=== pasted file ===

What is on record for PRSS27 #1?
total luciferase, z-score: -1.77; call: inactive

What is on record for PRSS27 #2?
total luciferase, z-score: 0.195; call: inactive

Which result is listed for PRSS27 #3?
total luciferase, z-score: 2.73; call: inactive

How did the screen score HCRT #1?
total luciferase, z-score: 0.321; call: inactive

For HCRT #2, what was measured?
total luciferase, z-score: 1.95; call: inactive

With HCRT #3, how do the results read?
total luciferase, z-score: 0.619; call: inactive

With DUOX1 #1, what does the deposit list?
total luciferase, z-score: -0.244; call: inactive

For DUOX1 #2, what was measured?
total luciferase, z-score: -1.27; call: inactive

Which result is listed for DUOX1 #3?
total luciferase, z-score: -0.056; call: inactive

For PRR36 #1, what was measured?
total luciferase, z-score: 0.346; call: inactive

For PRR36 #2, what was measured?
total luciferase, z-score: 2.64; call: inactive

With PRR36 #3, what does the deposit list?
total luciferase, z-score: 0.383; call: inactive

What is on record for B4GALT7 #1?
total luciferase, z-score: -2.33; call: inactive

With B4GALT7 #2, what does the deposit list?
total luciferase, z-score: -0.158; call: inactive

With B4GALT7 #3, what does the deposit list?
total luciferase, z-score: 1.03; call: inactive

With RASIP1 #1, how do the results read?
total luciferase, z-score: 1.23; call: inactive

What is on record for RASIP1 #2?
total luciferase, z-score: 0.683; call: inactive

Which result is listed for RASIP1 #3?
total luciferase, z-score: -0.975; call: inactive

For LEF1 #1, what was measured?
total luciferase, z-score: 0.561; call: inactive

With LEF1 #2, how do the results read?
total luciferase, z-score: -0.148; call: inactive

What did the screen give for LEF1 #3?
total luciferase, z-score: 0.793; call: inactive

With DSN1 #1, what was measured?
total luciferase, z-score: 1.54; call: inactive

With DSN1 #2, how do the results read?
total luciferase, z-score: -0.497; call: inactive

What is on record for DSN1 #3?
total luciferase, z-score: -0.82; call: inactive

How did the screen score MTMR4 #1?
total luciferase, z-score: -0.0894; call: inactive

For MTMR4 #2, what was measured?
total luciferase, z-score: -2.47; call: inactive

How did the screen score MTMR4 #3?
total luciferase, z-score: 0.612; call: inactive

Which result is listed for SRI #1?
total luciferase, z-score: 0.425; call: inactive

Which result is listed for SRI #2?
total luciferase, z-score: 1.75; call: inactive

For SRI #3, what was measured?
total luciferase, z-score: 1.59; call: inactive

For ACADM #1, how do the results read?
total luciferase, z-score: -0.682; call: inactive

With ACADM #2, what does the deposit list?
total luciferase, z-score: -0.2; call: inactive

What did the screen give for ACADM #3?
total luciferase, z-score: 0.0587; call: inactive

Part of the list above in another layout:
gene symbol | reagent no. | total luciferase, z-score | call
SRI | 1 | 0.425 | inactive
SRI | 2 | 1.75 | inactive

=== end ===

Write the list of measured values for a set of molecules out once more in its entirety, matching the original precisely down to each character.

What is on record for PRSS27 #1?
total luciferase, z-score: -1.77; call: inactive

What is on record for PRSS27 #2?
total luciferase, z-score: 0.195; call: inactive

Which result is listed for PRSS27 #3?
total luciferase, z-score: 2.73; call: inactive

How did the screen score HCRT #1?
total luciferase, z-score: 0.321; call: inactive

For HCRT #2, what was measured?
total luciferase, z-score: 1.95; call: inactive

With HCRT #3, how do the results read?
total luciferase, z-score: 0.619; call: inactive

With DUOX1 #1, what does the deposit list?
total luciferase, z-score: -0.244; call: inactive

For DUOX1 #2, what was measured?
total luciferase, z-score: -1.27; call: inactive

Which result is listed for DUOX1 #3?
total luciferase, z-score: -0.056; call: inactive

For PRR36 #1, what was measured?
total luciferase, z-score: 0.346; call: inactive

For PRR36 #2, what was measured?
total luciferase, z-score: 2.64; call: inactive

With PRR36 #3, what does the deposit list?
total luciferase, z-score: 0.383; call: inactive

What is on record for B4GALT7 #1?
total luciferase, z-score: -2.33; call: inactive

With B4GALT7 #2, what does the deposit list?
total luciferase, z-score: -0.158; call: inactive

With B4GALT7 #3, what does the deposit list?
total luciferase, z-score: 1.03; call: inactive

With RASIP1 #1, how do the results read?
total luciferase, z-score: 1.23; call: inactive

What is on record for RASIP1 #2?
total luciferase, z-score: 0.683; call: inactive

Which result is listed for RASIP1 #3?
total luciferase, z-score: -0.975; call: inactive

For LEF1 #1, what was measured?
total luciferase, z-score: 0.561; call: inactive

With LEF1 #2, how do the results read?
total luciferase, z-score: -0.148; call: inactive

What did the screen give for LEF1 #3?
total luciferase, z-score: 0.793; call: inactive

With DSN1 #1, what was measured?
total luciferase, z-score: 1.54; call: inactive

With DSN1 #2, how do the results read?
total luciferase, z-score: -0.497; call: inactive

What is on record for DSN1 #3?
total luciferase, z-score: -0.82; call: inactive

How did the screen score MTMR4 #1?
total luciferase, z-score: -0.0894; call: inactive

For MTMR4 #2, what was measured?
total luciferase, z-score: -2.47; call: inactive

How did the screen score MTMR4 #3?
total luciferase, z-score: 0.612; call: inactive

Which result is listed for SRI #1?
total luciferase, z-score: 0.425; call: inactive

Which result is listed for SRI #2?
total luciferase, z-score: 1.75; call: inactive

For SRI #3, what was measured?
total luciferase, z-score: 1.59; call: inactive

For ACADM #1, how do the results read?
total luciferase, z-score: -0.682; call: inactive

With ACADM #2, what does the deposit list?
total luciferase, z-score: -0.2; call: inactive

What did the screen give for ACADM #3?
total luciferase, z-score: 0.0587; call: inactive

Part of the list above in another layout:
gene symbol | reagent no. | total luciferase, z-score | call
SRI | 1 | 0.425 | inactive
SRI | 2 | 1.75 | inactive